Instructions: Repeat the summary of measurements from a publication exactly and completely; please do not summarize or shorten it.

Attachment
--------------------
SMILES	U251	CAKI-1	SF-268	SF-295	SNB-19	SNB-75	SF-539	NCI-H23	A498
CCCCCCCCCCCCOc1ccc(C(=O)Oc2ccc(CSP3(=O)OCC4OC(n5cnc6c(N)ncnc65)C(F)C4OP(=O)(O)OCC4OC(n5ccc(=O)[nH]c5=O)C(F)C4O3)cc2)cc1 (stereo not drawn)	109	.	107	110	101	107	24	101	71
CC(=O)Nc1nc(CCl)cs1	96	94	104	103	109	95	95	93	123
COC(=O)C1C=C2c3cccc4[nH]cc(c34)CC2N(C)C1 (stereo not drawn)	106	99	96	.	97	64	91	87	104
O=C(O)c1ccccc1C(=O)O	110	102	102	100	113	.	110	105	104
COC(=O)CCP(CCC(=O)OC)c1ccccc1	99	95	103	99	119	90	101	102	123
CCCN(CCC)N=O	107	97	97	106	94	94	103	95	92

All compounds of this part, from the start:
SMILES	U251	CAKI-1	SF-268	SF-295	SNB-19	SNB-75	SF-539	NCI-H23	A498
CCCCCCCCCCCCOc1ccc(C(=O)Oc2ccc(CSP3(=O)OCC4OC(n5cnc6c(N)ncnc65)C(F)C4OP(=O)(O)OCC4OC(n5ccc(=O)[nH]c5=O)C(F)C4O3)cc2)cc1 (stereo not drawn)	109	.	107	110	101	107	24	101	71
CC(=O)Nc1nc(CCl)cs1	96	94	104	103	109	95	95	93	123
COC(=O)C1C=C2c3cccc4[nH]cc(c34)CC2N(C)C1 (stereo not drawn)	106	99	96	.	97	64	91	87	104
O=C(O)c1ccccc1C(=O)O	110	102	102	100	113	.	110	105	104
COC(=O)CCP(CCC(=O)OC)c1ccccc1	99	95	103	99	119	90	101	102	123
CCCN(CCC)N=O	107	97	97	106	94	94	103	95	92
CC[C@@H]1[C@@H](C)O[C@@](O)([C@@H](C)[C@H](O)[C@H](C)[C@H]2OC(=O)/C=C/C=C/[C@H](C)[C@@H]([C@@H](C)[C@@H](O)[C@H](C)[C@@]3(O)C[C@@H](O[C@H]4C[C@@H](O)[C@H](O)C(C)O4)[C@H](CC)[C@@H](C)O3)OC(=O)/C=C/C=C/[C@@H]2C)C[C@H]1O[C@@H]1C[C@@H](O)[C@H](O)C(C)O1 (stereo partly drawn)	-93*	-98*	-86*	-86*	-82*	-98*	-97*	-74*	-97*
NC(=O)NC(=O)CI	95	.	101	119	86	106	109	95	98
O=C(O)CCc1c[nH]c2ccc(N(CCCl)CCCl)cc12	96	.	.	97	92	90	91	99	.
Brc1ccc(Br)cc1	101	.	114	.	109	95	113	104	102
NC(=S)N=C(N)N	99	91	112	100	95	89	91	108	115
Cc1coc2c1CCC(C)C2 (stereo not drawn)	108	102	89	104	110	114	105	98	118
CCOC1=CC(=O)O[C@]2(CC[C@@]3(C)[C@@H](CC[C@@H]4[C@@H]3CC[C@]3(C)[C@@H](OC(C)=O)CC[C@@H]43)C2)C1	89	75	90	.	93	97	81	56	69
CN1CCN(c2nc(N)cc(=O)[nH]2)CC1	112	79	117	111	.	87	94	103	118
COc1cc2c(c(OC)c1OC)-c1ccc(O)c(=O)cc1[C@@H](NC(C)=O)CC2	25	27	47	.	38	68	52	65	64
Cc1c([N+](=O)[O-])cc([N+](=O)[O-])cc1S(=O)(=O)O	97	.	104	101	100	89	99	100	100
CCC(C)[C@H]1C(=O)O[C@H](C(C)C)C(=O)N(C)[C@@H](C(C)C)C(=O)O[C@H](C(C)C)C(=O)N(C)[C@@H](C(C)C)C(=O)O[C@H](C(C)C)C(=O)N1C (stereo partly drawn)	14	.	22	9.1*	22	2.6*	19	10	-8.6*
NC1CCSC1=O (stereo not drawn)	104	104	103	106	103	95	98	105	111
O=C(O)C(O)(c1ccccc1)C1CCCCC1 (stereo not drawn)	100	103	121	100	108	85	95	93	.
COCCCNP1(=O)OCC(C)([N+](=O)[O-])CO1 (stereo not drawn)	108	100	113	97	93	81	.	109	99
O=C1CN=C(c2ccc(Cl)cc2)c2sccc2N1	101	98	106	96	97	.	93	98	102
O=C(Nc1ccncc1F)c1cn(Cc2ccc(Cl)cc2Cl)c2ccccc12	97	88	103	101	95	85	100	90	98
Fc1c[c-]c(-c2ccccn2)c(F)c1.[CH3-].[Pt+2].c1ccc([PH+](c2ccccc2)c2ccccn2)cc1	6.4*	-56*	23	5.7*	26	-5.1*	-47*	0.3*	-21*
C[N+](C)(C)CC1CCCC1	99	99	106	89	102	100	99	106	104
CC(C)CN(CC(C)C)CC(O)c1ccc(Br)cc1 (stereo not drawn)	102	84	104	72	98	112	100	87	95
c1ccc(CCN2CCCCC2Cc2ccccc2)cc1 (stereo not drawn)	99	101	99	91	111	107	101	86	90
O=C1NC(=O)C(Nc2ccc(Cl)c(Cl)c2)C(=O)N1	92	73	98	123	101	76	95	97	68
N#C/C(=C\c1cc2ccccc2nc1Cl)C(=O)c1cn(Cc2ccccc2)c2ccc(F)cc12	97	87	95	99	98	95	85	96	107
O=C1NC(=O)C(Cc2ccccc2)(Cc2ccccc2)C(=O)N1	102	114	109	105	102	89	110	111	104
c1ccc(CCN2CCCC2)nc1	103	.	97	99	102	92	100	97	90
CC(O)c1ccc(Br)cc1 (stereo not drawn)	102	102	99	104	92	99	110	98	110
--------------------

SMILES	U251	CAKI-1	SF-268	SF-295	SNB-19	SNB-75	SF-539	NCI-H23	A498
CCCCCCCCCCCCOc1ccc(C(=O)Oc2ccc(CSP3(=O)OCC4OC(n5cnc6c(N)ncnc65)C(F)C4OP(=O)(O)OCC4OC(n5ccc(=O)[nH]c5=O)C(F)C4O3)cc2)cc1 (stereo not drawn)	109	.	107	110	101	107	24	101	71
CC(=O)Nc1nc(CCl)cs1	96	94	104	103	109	95	95	93	123
COC(=O)C1C=C2c3cccc4[nH]cc(c34)CC2N(C)C1 (stereo not drawn)	106	99	96	.	97	64	91	87	104
O=C(O)c1ccccc1C(=O)O	110	102	102	100	113	.	110	105	104
COC(=O)CCP(CCC(=O)OC)c1ccccc1	99	95	103	99	119	90	101	102	123
CCCN(CCC)N=O	107	97	97	106	94	94	103	95	92

All compounds of this part, from the start:
SMILES	U251	CAKI-1	SF-268	SF-295	SNB-19	SNB-75	SF-539	NCI-H23	A498
CCCCCCCCCCCCOc1ccc(C(=O)Oc2ccc(CSP3(=O)OCC4OC(n5cnc6c(N)ncnc65)C(F)C4OP(=O)(O)OCC4OC(n5ccc(=O)[nH]c5=O)C(F)C4O3)cc2)cc1 (stereo not drawn)	109	.	107	110	101	107	24	101	71
CC(=O)Nc1nc(CCl)cs1	96	94	104	103	109	95	95	93	123
COC(=O)C1C=C2c3cccc4[nH]cc(c34)CC2N(C)C1 (stereo not drawn)	106	99	96	.	97	64	91	87	104
O=C(O)c1ccccc1C(=O)O	110	102	102	100	113	.	110	105	104
COC(=O)CCP(CCC(=O)OC)c1ccccc1	99	95	103	99	119	90	101	102	123
CCCN(CCC)N=O	107	97	97	106	94	94	103	95	92
CC[C@@H]1[C@@H](C)O[C@@](O)([C@@H](C)[C@H](O)[C@H](C)[C@H]2OC(=O)/C=C/C=C/[C@H](C)[C@@H]([C@@H](C)[C@@H](O)[C@H](C)[C@@]3(O)C[C@@H](O[C@H]4C[C@@H](O)[C@H](O)C(C)O4)[C@H](CC)[C@@H](C)O3)OC(=O)/C=C/C=C/[C@@H]2C)C[C@H]1O[C@@H]1C[C@@H](O)[C@H](O)C(C)O1 (stereo partly drawn)	-93*	-98*	-86*	-86*	-82*	-98*	-97*	-74*	-97*
NC(=O)NC(=O)CI	95	.	101	119	86	106	109	95	98
O=C(O)CCc1c[nH]c2ccc(N(CCCl)CCCl)cc12	96	.	.	97	92	90	91	99	.
Brc1ccc(Br)cc1	101	.	114	.	109	95	113	104	102
NC(=S)N=C(N)N	99	91	112	100	95	89	91	108	115
Cc1coc2c1CCC(C)C2 (stereo not drawn)	108	102	89	104	110	114	105	98	118
CCOC1=CC(=O)O[C@]2(CC[C@@]3(C)[C@@H](CC[C@@H]4[C@@H]3CC[C@]3(C)[C@@H](OC(C)=O)CC[C@@H]43)C2)C1	89	75	90	.	93	97	81	56	69
CN1CCN(c2nc(N)cc(=O)[nH]2)CC1	112	79	117	111	.	87	94	103	118
COc1cc2c(c(OC)c1OC)-c1ccc(O)c(=O)cc1[C@@H](NC(C)=O)CC2	25	27	47	.	38	68	52	65	64
Cc1c([N+](=O)[O-])cc([N+](=O)[O-])cc1S(=O)(=O)O	97	.	104	101	100	89	99	100	100
CCC(C)[C@H]1C(=O)O[C@H](C(C)C)C(=O)N(C)[C@@H](C(C)C)C(=O)O[C@H](C(C)C)C(=O)N(C)[C@@H](C(C)C)C(=O)O[C@H](C(C)C)C(=O)N1C (stereo partly drawn)	14	.	22	9.1*	22	2.6*	19	10	-8.6*
NC1CCSC1=O (stereo not drawn)	104	104	103	106	103	95	98	105	111
O=C(O)C(O)(c1ccccc1)C1CCCCC1 (stereo not drawn)	100	103	121	100	108	85	95	93	.
COCCCNP1(=O)OCC(C)([N+](=O)[O-])CO1 (stereo not drawn)	108	100	113	97	93	81	.	109	99
O=C1CN=C(c2ccc(Cl)cc2)c2sccc2N1	101	98	106	96	97	.	93	98	102
O=C(Nc1ccncc1F)c1cn(Cc2ccc(Cl)cc2Cl)c2ccccc12	97	88	103	101	95	85	100	90	98
Fc1c[c-]c(-c2ccccn2)c(F)c1.[CH3-].[Pt+2].c1ccc([PH+](c2ccccc2)c2ccccn2)cc1	6.4*	-56*	23	5.7*	26	-5.1*	-47*	0.3*	-21*
C[N+](C)(C)CC1CCCC1	99	99	106	89	102	100	99	106	104
CC(C)CN(CC(C)C)CC(O)c1ccc(Br)cc1 (stereo not drawn)	102	84	104	72	98	112	100	87	95
c1ccc(CCN2CCCCC2Cc2ccccc2)cc1 (stereo not drawn)	99	101	99	91	111	107	101	86	90
O=C1NC(=O)C(Nc2ccc(Cl)c(Cl)c2)C(=O)N1	92	73	98	123	101	76	95	97	68
N#C/C(=C\c1cc2ccccc2nc1Cl)C(=O)c1cn(Cc2ccccc2)c2ccc(F)cc12	97	87	95	99	98	95	85	96	107
O=C1NC(=O)C(Cc2ccccc2)(Cc2ccccc2)C(=O)N1	102	114	109	105	102	89	110	111	104
c1ccc(CCN2CCCC2)nc1	103	.	97	99	102	92	100	97	90
CC(O)c1ccc(Br)cc1 (stereo not drawn)	102	102	99	104	92	99	110	98	110